By his Maiesties speciall commandement

JP: Everyone should have a King James version (in my own opinion). It may not be your favorite or primary version, but it is spectacular. I love the KJV in the Psalms.

There will be hosannas and great rejoicing for the 400th anniversary of the King James Bible


The Authorised Version of the Bible, known also in America as the King James Version, is arguably one of the greatest works ever published in this country. And a committee has just been set up to ensure that its quatercentenary in 2011 is celebrated with rejoicing, gusto and a host of national commemorations.

Few know who most of the translators were, apart from Bishop Lancelot Andrews, the convener of the group and general editor. In 1604 the newly crowned King assembled a group of scholars at Hampton Court to discuss the controversies that had arisen, especially among the Puritan faction of the Church of England, over earlier translations of the Bible. They decided that a completely new translation was needed, and the King authorised the 47 scholars, all members of the Church, to begin work.

Learned in Greek and Hebrew, steeped in the rhythms of the language of Shakespeare (still then writing plays), they took seven years to complete all the books of the Old Testament (from the Masoretic Hebrew), the New Testament (from Greek) and the Apocrypha (from Greek and, in part, from Latin).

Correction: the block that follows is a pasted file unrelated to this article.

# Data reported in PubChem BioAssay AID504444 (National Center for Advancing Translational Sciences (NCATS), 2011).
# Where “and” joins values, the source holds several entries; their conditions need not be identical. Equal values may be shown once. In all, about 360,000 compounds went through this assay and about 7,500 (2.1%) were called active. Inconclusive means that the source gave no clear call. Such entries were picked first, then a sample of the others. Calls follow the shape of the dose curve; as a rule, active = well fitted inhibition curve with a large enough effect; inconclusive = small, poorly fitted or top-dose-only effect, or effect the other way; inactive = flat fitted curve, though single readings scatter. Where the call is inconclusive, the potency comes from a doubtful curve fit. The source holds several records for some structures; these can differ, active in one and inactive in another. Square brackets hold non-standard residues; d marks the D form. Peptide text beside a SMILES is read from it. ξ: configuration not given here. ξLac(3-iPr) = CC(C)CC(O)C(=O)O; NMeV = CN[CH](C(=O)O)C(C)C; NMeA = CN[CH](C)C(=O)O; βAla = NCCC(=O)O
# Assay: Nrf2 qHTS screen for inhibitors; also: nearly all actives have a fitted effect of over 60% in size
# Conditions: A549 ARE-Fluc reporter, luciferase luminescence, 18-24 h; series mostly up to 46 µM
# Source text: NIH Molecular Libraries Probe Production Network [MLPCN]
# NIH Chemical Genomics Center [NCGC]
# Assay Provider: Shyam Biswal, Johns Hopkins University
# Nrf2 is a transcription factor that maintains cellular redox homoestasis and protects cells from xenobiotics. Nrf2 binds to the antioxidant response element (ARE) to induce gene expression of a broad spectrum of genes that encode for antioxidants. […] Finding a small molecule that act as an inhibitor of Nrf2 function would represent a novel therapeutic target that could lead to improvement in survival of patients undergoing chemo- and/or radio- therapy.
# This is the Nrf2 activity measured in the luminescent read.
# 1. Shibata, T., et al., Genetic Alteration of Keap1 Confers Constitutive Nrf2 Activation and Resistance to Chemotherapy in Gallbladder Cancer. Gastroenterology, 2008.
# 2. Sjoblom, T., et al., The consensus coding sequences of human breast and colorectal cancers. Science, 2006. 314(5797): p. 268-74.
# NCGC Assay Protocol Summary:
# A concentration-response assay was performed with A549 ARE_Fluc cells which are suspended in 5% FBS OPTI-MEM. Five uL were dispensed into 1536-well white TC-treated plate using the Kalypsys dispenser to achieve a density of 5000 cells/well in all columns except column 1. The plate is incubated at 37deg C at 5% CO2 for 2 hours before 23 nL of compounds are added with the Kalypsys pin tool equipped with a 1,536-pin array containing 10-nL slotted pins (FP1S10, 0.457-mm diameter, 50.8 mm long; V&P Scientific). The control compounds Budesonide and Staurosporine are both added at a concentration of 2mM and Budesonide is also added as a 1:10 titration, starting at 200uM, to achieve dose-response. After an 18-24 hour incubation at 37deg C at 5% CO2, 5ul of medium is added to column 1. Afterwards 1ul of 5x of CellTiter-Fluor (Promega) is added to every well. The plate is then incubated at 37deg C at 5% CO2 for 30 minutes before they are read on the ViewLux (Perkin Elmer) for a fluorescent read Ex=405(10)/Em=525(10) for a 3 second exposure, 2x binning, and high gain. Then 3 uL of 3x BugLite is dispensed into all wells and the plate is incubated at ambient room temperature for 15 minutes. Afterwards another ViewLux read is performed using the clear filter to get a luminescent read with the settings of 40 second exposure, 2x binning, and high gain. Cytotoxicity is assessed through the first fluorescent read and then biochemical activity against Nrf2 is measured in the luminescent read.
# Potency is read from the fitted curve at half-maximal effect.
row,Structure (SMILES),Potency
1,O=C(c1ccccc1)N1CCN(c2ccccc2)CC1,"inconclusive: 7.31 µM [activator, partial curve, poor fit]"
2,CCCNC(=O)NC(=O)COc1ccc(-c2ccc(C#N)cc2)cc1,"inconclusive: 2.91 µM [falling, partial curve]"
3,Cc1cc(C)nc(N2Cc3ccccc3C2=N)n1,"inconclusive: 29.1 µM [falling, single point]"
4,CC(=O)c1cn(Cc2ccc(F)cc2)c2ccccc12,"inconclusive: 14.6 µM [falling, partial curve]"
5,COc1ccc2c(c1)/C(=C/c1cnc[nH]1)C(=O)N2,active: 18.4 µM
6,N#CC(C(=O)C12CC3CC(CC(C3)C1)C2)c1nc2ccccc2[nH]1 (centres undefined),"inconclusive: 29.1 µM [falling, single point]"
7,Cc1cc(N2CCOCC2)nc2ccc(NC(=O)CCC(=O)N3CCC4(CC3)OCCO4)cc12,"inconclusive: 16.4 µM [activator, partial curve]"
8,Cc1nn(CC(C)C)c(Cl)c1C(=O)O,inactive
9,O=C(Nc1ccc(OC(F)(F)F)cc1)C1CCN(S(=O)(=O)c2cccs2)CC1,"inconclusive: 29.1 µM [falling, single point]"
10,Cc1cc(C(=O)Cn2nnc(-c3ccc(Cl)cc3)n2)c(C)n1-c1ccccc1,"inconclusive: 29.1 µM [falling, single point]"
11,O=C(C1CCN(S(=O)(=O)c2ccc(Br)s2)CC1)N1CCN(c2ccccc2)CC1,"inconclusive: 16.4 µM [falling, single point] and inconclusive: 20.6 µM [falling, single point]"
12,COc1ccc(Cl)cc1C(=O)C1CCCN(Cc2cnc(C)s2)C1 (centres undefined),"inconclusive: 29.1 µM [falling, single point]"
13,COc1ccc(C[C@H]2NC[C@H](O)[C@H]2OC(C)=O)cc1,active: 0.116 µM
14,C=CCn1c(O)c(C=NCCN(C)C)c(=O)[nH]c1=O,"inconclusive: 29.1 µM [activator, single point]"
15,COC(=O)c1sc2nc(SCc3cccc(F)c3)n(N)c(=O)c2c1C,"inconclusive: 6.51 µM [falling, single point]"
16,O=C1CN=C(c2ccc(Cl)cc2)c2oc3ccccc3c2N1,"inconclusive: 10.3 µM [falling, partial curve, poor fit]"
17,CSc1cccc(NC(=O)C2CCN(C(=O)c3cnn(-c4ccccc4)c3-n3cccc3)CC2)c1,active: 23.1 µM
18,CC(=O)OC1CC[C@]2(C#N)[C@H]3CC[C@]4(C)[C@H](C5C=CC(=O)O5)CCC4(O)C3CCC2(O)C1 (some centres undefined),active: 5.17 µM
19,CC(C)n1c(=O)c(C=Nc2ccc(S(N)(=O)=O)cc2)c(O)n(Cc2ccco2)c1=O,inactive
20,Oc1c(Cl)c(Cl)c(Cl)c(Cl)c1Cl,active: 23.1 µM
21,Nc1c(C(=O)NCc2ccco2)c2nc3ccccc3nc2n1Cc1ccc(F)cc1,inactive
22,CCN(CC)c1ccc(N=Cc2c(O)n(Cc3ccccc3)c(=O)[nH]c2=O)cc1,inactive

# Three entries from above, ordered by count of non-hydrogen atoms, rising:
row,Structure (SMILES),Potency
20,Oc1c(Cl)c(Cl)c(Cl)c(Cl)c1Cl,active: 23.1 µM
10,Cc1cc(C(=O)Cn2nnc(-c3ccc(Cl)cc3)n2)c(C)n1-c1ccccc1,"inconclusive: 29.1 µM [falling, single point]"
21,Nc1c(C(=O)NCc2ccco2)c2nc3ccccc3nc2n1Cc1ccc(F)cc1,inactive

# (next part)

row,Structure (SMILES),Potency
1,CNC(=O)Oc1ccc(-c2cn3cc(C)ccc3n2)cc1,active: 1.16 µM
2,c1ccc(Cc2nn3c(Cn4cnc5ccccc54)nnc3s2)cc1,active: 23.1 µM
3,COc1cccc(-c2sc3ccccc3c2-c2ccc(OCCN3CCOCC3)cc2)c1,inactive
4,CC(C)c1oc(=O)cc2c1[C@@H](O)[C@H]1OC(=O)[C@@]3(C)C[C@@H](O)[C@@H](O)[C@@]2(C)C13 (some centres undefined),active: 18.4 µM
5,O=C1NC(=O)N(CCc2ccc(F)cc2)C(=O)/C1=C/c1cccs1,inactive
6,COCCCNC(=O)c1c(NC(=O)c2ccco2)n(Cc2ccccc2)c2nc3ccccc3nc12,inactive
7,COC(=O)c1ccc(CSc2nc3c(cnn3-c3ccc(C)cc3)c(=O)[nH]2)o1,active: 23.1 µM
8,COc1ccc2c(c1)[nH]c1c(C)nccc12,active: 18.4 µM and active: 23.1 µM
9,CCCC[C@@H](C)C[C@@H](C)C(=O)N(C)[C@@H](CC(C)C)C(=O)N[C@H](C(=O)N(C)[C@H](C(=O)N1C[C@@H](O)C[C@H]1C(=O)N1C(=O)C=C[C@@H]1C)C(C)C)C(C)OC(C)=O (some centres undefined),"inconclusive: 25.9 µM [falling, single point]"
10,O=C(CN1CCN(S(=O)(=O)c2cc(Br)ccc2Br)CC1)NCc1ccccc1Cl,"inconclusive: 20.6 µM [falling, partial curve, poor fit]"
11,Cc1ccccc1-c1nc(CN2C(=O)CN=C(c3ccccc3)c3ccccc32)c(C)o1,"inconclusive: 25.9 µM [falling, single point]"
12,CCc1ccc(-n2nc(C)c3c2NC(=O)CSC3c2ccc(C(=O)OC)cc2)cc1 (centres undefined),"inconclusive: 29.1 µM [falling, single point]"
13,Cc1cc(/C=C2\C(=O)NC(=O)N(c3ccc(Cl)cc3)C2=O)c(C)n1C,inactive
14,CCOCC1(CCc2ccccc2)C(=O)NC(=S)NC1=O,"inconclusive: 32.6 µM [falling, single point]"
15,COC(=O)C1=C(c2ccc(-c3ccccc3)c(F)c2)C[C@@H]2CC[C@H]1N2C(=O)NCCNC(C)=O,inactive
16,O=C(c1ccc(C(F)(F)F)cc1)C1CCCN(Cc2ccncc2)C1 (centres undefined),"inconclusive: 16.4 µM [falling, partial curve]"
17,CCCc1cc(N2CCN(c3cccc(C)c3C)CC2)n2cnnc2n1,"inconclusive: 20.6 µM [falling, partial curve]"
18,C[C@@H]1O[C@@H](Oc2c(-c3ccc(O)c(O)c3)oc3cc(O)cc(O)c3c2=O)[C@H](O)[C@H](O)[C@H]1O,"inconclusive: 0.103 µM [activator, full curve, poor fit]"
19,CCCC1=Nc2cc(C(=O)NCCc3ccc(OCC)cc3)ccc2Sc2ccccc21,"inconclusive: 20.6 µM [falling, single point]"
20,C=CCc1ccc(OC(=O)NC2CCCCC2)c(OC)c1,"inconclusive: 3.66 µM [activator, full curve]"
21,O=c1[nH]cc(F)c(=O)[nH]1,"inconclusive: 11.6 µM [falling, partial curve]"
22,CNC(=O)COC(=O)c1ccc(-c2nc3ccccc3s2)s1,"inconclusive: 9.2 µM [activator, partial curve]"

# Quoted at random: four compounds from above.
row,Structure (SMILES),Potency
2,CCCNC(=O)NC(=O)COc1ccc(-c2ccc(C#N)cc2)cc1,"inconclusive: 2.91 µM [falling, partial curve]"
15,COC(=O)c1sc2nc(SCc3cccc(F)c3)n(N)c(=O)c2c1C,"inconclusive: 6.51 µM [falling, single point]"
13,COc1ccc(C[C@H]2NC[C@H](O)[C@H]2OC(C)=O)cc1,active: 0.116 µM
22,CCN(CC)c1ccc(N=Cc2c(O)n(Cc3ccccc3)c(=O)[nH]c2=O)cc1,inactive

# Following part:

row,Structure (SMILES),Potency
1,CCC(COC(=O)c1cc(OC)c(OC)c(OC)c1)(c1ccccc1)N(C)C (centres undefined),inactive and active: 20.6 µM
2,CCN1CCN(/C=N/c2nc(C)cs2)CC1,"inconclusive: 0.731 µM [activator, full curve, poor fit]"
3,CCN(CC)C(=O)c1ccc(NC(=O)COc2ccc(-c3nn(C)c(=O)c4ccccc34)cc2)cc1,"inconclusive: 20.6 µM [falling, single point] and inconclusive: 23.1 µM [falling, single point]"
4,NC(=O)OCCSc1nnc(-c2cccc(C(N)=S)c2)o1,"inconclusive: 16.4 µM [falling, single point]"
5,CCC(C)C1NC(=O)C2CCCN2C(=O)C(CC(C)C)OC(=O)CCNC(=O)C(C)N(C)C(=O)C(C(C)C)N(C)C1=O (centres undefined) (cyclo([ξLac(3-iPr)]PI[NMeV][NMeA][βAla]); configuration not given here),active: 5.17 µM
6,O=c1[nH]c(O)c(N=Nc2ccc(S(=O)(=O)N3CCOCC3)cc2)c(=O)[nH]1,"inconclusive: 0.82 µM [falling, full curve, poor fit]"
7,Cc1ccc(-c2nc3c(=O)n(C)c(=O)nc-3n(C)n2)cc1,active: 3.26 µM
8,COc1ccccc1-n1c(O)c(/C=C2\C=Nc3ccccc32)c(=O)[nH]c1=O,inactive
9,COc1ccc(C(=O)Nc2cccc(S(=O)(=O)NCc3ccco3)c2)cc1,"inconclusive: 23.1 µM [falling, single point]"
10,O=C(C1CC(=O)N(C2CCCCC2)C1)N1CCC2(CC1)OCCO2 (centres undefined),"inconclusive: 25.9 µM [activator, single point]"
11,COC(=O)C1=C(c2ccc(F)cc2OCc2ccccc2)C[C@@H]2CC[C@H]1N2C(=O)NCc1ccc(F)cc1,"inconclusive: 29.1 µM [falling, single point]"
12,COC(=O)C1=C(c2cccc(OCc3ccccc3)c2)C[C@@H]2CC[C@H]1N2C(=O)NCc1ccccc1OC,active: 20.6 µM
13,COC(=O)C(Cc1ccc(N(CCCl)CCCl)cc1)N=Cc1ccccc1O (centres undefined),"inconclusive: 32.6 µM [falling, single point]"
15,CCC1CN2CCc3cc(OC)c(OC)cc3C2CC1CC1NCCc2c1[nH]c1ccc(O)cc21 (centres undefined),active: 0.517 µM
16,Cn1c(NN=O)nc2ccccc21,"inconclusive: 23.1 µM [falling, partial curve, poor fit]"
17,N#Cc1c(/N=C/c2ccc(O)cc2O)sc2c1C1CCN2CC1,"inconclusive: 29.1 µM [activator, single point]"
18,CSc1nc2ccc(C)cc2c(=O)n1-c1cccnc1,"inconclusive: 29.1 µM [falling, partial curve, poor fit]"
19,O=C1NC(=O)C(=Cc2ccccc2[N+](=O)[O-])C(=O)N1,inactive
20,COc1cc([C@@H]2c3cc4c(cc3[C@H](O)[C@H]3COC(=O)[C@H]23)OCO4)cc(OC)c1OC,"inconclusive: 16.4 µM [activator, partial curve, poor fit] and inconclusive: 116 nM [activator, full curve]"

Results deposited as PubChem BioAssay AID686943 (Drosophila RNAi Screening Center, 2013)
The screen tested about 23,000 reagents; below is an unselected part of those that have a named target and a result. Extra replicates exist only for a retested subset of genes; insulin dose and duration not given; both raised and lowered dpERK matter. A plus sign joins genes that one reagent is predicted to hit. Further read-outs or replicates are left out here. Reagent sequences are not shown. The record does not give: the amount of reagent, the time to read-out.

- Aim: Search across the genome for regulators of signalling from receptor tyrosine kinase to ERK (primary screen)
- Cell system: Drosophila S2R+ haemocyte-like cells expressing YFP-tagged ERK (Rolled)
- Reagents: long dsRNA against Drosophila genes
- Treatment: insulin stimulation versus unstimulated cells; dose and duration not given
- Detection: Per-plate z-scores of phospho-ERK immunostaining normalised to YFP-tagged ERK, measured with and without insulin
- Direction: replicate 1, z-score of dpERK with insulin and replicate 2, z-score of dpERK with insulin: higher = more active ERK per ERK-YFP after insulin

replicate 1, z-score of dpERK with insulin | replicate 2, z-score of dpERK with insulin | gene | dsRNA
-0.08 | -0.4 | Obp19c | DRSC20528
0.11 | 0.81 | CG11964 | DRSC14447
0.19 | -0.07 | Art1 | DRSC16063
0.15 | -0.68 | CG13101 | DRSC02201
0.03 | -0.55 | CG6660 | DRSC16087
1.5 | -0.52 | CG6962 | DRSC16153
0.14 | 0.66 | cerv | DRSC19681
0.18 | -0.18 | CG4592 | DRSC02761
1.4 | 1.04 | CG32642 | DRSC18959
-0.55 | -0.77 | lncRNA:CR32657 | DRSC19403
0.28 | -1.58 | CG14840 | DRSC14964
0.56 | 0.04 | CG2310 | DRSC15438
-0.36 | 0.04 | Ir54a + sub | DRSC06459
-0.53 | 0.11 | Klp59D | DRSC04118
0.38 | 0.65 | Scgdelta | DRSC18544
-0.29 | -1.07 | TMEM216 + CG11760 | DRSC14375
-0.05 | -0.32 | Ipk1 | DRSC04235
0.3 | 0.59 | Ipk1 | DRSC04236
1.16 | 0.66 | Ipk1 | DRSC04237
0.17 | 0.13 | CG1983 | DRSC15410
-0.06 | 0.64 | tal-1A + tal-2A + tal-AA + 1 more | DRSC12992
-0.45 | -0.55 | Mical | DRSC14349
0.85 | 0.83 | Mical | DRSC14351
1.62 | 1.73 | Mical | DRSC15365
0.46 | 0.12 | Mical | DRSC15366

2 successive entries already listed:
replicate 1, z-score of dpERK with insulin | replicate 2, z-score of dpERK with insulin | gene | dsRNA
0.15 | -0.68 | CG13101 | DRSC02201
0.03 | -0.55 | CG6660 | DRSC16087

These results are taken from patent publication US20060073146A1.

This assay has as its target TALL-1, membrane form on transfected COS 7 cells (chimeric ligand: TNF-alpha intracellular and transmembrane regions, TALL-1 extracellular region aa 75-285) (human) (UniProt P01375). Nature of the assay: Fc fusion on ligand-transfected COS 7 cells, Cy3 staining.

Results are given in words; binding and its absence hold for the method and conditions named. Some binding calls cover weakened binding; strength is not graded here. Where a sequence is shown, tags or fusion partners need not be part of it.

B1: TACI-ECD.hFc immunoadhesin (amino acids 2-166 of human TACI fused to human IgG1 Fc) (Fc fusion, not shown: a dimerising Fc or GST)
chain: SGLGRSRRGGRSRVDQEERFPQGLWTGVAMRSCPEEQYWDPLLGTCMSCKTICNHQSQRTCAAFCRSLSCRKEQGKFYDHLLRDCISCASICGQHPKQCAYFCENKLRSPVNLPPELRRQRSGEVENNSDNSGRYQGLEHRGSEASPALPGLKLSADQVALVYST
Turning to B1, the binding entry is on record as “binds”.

The Bible was intended to replace the Bishops’ Bible as the official version for readings in the Church of England. The King’s Printer was authorised to issue copies, and it swiftly became the standard lectern Bible in parish use. It was authorised by Act of Parliament and by the first half of the 18th century was the sole version in current use in Protestant churches, supplanting the Latin Vulgate as the standard version of scripture for English-speaking scholars.

The translators were under strict instructions. They were forbidden to add marginal notes. They were ordered to ensure that the translation conformed to Church of England doctrine and reflected traditional usage. For a King newly arrived from Scotland, himself no mean scholar, the work was to be his way of impressing on his new subjects his authority and his piety. When first published in 1611 by Robert Barker, the King’s Printer, the complete folio Bible was sold for ten shillings looseleaf and twelve shillings bound.

Four hundred years later the 2011 Trust, under the patronage of the Prince of Wales, is again to assemble scholars across the country to celebrate the achievement. There will be conferences and concerts, lectures and readings, seminars and ecumenical gatherings. Cathedrals will be invited to stage events marking the publication. The universities of Oxford, Cambridge and London will offer lectures in translation and academic analyses of the text. Schools will be invited to set up projects to interest young people in the Bible’s literary, cultural and religious legacy

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